So what do I use?  First, the 8” diameter chute on the Breeze will handle just about any commercially available charcoal or wood source out there, so what you put down the chute is personal preference.


Normally I would use Hickory on beef, but I found some Cherry and Apple woods at Home Depot so I decided to experiment with those.  I use 100% wood for Briskets, no charcoal.  I started with Cherry wood for the first half of the cook, and then ended with Apple.  No rhyme or reason.    Next time will try Post Oak, as that is the perennial favorite of Texans.  It is just harder to source in Cincinnati.

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Meat Preparation

If eyebrows haven’t been raised to this point, get ready as meat prep is where much debate will occur.

Recall I already bought a Flat, so there is no special attention to trimming the Point.  For my trim, I kept is really simple.  I trimmed all the fat off of the bottom side of the Brisket, and left about ¼ of an inch on the top.  My basis for trimming the entire bottom off is so that the spices I add to that side will actually stay with the meat.  After pulling the Brisket, I often will cut of some of the fat on top, but don’t want to scrape away the spices.

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To spice the meat, I keep it pretty simple – 50/50 Salt/Pepper, a dash of ground cloves, garlic, and onion powder.  Then I take a handful of brown sugar and coat the surface.  Once I get a consistent flavor, I will become more exacting.  For the time being, I keep it loose.

Finally, I leave the Brisket out of the refrigerator for at least 1 hour to let it come up to room temperature.  What happens to cold beer, or iced tea, when it is first brought out of the refrigerator and taken outside?  Unless you are in Arizona, it gets a lot of moisture built up on the outside surface of the container due to condensation of air born moisture.  Does warm water or warm beer do this?  Nope.  My logic for letting the meat get warmer is that it lessens any potential condensation of smoke on the surface, to minimize any acrid flavors.    During this same time, the salt will start to extract some of the water from the meat, which in turn will cause the brown sugar to dissolve and form a uniform glaze.  I don’t know if this matters or not, it just happens.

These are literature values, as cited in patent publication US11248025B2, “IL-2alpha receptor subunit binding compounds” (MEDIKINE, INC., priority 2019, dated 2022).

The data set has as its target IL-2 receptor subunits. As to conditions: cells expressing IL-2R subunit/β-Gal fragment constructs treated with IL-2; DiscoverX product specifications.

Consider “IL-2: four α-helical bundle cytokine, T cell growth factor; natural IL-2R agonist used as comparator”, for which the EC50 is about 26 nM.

Let the Smoking Begin

For this session, I want to target an average cooking temperature of 210-225F.   I light the Breeze, let it get to around 190F, fill up the chute with Cherry Chunks, and place the meat in the smoker.

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I put the meat in fat side down.  There are only two reasons I’ve heard that influence whether the fat should be up or down.  The first reason for “fat side up” is that the fat will then baste the meat as it renders.  For beef, the fat does not render much.  Pork loses fat like squeezing a sponge, but beef fat stays there, just mocking me in its resilience.  The second reason for positioning the fat is based on temperature variation in the smoker.  Fat is an insulator, so you would normally place the fat on the side where you expect to get higher temperature spikes.  If the top side of the meat has higher air temperatures, like in most side box burners, then fat should go up.  If you place the Brisket close to the fire, then it should be fat down to insulate the meat from radiative heat from the fire.  For the Breeze, the temperature is the same everywhere and the fire is so far away that there are no radiative heating issues either.  As such, it’s dealers choice.  I place the fat side down so that it separates the meat from the grate.

I placed the meat in the Breeze at 6:45 PM.  I assumed 1’30” to 1’45” per pound at 215F, so I expected about a 12 -14 hour cook.   The weather was around 50F when I lit the smoker, and it got as cold as 38F overnight.  The Breeze makes the cooking part boring, which I love.  I set the damper, and then every 4 to 5 hours I go out and fill the chute.  I don’t baste the meat… yet.  I’m not that advanced.  After I perfect the cooking time/temperature to get the right smokiness and texture, I may dablle with mops to further enhance flavor; but for now it would require me to be more involved with the cooking.  I would rather sleep : )

Just to be clean on the wood – I filled the chute with Cherry at 6:45.  At 11:45, I refilled with Cherry, then went to bed.  I woke up at 5AM and filled the chute with Apple chunks, then I pulled the Brisket at 9AM.  Total cook time was around 14 hours.

My biggest concern with Brisket is cooking just until the meat becomes tender, but not a minute longer.  My scientific approach to measure tenderness is to jab a skewer into it and feel for resistance.  The first time I opened the oven door was at 7AM, or after 12 hours of cooking.  I jabbed the meat and it still felt stiff.  When I reopened the door at 14 hours (the second and final door opening), the skewer slid easily into the meat, so I pulled it. Look at all that smoke!!